Having seen Romashka perform on several occasions, I could discern a slight difference in the approach the band took to making this disc relative to their concert performances. The album focuses more on the musical details, and less on the feverish intensity that characterizes a Romashka concert. For the most part, Romashka reveals the strong collective musicianship of the band, particularly the rhythm section, to a degree that the more frenetic live shows cannot match. I would make an exception, though, for Jake Shulman-Ment, whose fiddling compares well to that of the Hungarian fiddlers of Muzsiks; the disc would have benefited from more of his solo playing. Inna Barmash holds her end of the bargain as well, effortlessly singing in several languages with a maturity that belies her age. Excepting a few high notes on "Zaznobila & Baro Faro" that sound a bit beyond her comfortable range, Barmash's vocals magnify Romashka's emotional power and remain solid throughout the disc. One could debate whether Romashka's performance in the recording studio matches what they regularly do on stage, but the band has much to recommend them either live or on disc. Romashka will command the att - Greenman Review


Available at -

Romashka detonates its signature Gypsy bacchanalia into this debut album. Count down for music with deep roots and fierce vitality, showcasing both technique and attitude, pulsing between seventh heaven and the nine circles of hell:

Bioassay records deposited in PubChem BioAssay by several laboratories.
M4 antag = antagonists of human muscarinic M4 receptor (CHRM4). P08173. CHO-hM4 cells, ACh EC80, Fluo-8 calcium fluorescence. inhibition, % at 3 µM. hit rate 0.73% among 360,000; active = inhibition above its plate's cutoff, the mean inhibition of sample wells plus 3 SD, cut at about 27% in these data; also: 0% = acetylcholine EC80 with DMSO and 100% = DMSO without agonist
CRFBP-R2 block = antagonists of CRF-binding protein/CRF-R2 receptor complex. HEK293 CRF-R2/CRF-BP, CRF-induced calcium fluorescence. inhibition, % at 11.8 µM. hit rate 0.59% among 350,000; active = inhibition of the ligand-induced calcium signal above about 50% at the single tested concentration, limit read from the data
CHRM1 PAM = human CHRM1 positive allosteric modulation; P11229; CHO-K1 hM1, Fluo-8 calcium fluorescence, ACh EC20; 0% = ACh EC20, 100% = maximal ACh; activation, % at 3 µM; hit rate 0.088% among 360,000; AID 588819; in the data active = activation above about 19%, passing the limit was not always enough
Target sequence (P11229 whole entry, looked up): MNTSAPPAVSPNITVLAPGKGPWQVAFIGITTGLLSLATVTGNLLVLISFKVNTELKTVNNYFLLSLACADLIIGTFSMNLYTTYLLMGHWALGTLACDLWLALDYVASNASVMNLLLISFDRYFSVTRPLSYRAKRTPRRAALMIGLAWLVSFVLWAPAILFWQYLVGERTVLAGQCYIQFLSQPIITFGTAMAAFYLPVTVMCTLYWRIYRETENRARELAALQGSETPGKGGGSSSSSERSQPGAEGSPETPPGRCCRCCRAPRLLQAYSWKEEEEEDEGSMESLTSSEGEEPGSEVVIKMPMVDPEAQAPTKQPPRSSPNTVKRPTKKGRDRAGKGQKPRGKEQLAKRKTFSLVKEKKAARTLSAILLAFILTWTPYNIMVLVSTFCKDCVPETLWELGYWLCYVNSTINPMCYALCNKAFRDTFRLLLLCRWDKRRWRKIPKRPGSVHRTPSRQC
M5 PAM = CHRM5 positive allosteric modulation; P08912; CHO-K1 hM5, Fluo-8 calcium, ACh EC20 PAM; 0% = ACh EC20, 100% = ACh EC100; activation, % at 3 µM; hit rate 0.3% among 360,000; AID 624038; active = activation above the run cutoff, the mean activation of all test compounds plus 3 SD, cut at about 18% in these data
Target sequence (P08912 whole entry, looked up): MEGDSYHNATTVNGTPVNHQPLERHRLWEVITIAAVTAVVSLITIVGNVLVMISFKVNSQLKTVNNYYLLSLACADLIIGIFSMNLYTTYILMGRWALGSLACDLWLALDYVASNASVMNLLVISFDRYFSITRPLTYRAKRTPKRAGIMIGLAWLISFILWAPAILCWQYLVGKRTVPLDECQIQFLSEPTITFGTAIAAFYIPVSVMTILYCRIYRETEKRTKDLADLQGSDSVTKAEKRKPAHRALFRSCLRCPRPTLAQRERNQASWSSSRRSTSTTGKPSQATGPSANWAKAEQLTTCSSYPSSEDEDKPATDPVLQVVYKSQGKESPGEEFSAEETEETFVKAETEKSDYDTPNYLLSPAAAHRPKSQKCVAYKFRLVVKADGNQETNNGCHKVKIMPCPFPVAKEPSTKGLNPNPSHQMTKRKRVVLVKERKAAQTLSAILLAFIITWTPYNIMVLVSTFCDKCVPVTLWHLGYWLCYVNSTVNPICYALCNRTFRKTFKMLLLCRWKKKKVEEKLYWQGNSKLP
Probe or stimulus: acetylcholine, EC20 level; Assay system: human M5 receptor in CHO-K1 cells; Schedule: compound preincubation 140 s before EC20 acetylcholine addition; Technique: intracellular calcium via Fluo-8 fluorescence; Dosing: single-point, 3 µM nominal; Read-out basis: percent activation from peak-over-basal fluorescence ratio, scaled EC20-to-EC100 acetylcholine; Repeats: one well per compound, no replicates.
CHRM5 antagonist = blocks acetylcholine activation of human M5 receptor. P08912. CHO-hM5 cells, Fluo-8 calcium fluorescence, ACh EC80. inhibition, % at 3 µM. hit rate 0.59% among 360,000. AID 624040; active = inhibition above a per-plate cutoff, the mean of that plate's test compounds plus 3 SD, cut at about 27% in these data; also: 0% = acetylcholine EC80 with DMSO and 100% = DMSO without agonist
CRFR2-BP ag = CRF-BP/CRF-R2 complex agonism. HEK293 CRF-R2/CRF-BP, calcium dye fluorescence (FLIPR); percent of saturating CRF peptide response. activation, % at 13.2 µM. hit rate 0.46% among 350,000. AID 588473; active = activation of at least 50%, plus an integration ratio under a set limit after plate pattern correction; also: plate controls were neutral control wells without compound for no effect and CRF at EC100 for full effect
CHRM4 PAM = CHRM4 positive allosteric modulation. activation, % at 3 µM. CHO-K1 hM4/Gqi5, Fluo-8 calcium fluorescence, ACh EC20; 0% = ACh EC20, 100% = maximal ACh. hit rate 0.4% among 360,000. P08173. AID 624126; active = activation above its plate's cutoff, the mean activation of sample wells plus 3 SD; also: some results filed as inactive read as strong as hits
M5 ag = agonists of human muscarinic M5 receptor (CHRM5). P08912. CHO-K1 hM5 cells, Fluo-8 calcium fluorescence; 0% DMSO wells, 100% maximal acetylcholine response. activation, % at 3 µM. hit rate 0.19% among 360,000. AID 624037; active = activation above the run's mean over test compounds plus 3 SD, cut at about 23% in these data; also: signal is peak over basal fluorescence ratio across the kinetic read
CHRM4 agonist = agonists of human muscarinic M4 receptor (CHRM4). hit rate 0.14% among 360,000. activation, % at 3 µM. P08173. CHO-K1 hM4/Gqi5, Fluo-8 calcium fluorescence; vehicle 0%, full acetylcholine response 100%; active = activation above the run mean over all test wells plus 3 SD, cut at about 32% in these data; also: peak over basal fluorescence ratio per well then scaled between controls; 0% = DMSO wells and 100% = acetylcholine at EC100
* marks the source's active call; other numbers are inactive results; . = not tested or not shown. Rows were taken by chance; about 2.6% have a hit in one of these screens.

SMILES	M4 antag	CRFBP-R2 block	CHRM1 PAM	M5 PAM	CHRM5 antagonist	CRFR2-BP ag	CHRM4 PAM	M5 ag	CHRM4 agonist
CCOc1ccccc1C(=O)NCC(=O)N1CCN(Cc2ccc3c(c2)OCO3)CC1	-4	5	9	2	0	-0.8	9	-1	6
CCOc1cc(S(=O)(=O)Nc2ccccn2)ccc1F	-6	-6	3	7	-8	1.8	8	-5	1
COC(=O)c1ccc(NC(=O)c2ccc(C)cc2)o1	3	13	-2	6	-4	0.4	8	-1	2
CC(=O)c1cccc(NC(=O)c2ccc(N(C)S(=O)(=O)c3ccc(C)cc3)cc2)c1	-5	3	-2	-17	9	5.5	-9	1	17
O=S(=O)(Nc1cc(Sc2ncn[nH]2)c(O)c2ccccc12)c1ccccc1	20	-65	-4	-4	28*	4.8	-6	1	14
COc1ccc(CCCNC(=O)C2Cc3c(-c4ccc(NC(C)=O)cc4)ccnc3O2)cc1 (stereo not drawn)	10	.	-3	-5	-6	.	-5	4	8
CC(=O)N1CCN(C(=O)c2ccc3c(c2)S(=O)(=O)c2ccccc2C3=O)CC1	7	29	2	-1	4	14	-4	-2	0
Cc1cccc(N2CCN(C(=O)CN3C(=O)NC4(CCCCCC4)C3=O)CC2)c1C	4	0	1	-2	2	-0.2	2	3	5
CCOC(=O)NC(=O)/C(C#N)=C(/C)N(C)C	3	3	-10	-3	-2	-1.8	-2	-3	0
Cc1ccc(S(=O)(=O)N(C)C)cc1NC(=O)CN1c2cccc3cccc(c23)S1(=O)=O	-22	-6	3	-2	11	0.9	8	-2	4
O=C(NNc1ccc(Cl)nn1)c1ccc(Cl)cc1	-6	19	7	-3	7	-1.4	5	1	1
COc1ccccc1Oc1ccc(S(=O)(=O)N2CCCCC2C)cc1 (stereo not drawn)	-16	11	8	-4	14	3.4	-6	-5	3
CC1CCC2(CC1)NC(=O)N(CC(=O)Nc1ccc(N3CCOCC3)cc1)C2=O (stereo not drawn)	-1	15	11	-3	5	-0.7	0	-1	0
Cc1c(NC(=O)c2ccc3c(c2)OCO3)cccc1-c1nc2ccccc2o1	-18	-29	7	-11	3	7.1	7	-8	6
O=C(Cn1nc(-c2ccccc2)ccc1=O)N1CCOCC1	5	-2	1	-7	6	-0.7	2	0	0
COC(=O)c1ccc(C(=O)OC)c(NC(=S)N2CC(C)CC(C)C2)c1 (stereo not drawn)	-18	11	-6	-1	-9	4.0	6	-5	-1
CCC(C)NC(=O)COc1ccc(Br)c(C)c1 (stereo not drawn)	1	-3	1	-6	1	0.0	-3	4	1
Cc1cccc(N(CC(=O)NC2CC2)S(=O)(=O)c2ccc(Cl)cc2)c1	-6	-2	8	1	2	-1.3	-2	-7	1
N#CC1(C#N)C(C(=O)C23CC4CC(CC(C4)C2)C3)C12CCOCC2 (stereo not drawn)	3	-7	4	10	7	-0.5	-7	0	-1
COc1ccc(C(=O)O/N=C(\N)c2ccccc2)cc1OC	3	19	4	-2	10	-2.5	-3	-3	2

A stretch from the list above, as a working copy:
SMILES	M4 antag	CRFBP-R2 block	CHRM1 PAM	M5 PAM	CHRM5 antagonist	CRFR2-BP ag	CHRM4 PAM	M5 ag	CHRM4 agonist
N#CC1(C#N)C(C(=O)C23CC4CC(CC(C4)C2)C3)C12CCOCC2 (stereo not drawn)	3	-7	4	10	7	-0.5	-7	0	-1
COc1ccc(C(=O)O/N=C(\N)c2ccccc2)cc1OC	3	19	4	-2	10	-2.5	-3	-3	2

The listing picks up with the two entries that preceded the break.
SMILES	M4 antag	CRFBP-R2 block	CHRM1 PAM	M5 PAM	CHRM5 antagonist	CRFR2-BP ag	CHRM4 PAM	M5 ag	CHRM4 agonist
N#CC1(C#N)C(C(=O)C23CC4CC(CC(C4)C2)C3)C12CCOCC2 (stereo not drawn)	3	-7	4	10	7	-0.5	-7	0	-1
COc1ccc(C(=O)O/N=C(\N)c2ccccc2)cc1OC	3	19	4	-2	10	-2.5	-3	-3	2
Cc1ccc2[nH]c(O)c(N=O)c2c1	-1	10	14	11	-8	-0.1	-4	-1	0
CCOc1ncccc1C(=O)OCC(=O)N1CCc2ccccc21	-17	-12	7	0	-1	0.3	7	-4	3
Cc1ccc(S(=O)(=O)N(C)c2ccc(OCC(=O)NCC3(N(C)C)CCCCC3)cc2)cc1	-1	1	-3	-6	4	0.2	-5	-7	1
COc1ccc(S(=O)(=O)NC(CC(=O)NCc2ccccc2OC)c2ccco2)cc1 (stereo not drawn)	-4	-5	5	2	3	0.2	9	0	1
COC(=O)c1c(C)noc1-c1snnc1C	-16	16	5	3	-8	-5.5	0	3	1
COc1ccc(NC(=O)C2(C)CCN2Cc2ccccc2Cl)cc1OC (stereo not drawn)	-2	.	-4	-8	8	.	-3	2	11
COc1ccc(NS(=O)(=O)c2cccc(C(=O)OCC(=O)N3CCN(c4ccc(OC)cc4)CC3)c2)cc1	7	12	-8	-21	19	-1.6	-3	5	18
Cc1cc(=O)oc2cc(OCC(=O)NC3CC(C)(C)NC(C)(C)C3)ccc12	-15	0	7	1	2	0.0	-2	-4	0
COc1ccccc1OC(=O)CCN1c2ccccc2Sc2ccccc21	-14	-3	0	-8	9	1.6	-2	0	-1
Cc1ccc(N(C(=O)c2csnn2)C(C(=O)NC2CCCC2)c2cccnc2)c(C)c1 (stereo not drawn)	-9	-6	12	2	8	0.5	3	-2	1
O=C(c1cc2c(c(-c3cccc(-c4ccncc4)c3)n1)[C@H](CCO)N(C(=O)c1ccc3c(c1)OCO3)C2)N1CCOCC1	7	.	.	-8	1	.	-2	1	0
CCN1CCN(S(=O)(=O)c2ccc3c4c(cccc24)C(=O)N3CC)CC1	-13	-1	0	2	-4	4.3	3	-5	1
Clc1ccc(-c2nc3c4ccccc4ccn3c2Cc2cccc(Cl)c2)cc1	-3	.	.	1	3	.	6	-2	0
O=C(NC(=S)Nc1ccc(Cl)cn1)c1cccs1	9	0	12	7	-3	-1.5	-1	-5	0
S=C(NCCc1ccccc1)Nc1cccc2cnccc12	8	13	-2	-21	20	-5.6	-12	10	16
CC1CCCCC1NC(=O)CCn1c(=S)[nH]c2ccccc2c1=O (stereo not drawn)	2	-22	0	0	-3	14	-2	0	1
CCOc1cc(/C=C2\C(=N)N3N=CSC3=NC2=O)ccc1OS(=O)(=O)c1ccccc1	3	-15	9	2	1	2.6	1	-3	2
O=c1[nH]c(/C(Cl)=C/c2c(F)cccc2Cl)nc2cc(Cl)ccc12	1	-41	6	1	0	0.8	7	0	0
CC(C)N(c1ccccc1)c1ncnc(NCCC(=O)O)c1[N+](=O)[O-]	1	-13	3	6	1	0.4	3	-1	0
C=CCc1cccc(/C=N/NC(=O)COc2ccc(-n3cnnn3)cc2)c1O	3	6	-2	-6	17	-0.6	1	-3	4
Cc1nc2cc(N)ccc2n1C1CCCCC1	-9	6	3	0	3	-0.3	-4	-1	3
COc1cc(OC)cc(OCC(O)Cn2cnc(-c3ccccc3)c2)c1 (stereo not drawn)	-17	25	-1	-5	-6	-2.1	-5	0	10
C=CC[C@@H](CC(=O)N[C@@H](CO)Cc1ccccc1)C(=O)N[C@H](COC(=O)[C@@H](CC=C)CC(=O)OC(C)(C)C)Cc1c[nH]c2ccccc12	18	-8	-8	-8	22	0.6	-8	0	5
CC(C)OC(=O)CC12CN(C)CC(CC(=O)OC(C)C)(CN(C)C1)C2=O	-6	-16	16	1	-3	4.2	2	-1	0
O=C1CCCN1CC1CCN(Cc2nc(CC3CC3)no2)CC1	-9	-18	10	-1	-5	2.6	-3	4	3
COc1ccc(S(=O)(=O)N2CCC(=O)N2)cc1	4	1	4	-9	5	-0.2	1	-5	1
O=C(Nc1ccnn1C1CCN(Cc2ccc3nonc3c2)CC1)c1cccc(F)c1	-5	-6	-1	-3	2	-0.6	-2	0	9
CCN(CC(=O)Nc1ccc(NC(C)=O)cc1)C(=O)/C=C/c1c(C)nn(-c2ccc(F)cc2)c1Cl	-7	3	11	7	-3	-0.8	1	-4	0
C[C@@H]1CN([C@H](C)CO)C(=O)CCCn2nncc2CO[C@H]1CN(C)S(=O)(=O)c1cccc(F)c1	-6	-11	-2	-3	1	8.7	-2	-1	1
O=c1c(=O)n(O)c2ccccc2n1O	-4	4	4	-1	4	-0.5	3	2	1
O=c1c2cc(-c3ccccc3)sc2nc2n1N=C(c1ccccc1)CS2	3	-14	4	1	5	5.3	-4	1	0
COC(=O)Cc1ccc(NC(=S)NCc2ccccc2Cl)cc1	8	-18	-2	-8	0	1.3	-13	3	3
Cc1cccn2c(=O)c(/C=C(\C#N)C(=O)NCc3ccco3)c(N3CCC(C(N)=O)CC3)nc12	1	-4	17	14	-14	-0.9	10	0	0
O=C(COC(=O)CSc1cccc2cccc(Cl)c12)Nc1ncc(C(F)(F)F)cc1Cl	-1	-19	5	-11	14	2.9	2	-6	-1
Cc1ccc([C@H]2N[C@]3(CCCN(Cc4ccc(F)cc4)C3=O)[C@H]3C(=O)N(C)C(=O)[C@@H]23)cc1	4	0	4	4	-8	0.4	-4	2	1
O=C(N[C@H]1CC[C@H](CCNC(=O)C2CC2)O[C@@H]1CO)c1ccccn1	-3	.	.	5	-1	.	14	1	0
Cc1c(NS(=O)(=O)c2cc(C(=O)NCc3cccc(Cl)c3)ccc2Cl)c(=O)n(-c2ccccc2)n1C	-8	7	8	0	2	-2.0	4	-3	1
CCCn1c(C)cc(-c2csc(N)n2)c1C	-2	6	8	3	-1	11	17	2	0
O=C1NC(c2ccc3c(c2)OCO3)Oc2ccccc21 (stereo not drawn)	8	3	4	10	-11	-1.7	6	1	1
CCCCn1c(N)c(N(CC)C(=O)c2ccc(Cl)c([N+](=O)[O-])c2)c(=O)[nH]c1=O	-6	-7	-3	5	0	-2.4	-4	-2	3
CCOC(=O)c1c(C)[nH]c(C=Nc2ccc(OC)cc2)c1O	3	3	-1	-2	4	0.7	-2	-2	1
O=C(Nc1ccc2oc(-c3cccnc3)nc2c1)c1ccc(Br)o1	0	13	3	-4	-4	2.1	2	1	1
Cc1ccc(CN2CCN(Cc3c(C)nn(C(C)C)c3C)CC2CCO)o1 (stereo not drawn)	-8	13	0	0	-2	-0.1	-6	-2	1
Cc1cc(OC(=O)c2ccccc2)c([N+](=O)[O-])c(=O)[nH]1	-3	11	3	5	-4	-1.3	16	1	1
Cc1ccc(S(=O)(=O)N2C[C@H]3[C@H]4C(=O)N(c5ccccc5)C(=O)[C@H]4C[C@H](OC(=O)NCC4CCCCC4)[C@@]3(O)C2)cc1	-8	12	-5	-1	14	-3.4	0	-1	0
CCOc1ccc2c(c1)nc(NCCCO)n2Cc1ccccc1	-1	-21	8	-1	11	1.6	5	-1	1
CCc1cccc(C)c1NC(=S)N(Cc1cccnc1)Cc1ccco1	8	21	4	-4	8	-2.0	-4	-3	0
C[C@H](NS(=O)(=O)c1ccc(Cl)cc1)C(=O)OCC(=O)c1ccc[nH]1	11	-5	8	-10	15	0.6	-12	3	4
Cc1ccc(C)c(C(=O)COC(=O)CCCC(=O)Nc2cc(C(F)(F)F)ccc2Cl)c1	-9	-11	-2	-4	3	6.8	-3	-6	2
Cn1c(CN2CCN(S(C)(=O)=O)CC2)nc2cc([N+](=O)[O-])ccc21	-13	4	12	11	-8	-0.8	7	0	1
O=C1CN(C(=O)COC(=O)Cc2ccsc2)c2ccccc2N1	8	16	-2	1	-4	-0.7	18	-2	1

8. Moldovan Batuta, from the hellish little nation between Romania and Ukraine.
7. A Russian Gypsy medley of Zaznobila - a heart-wrenching tale of lost love,
and Baro Faro (Great City) - in which love is found again.
6. Rustemul - a grungy purgatorial Romanian dance.
5. Sinfully jolly Romanian bar song La Circuma de la Drum.
4. Confessional Russian tango Tayna in which the Secret is you.
3. Shimdiggy -an original mixing moist New Orleans with dusty Romanian roads.
2. Seductively Eden-esque Russian Gypsy ballad Loli Phabay (The Red Apple).
1. A jazzed-up version of Fanfare Ciocarlia's Romanian classic Mariana.


Feeling a bit camera shy


Romashka, the NYC Gypsy Dance Party Band was born in fits and torrents in the fall of 2003. Roaming from cafes and all-night jams, to apartment parties and subway stops, the band quickly catapulted to pulsating clubs and underground parties, drawing a loyal - and swiftly growing - following from downtown party revellers and outer-borough-dwelling ethnic communities alike.

Lithuanian-born singer Inna Barmash fronts a band of multifaceted American musicians and one half-Romanian madcap accordionist, who bring years of Klezmer, jazz and rock experience to their Gypsy music journey.

Roma is the Gypsy term for the Gypsy people. The complex rhythms and odd harmonics in Gypsy music are enough to enthrall musicologists, but to understand it, all you need are ears, a heart, and... a soul. Romashka draws its repertoire primarily from Romanian and Russian Gypsies - with hints from Spain, Turkey and beyond. The musicians have traipsed around Eastern Europe and the Eastern European enclaves of NYC collecting and imbibing local folk music and culture.

Mashke is Yiddish for "liquor." This is party music that burns in the belly. Romashka has roused crowds from BAM Café to the Bulgarian Bar, from weddings to late-night house parties that have shaken the walls and drawn the cops. "If you really want a challenge, try sitting still while Romashka plays!" (Michael Ginsburg, Zlatne Uste Balkan Brass Band).

Romashka is Russian for "daisy." Next to raucous dance numbers you will also find aching, world-weary love songs, as sweet and unexpected as a flower in a parking lot.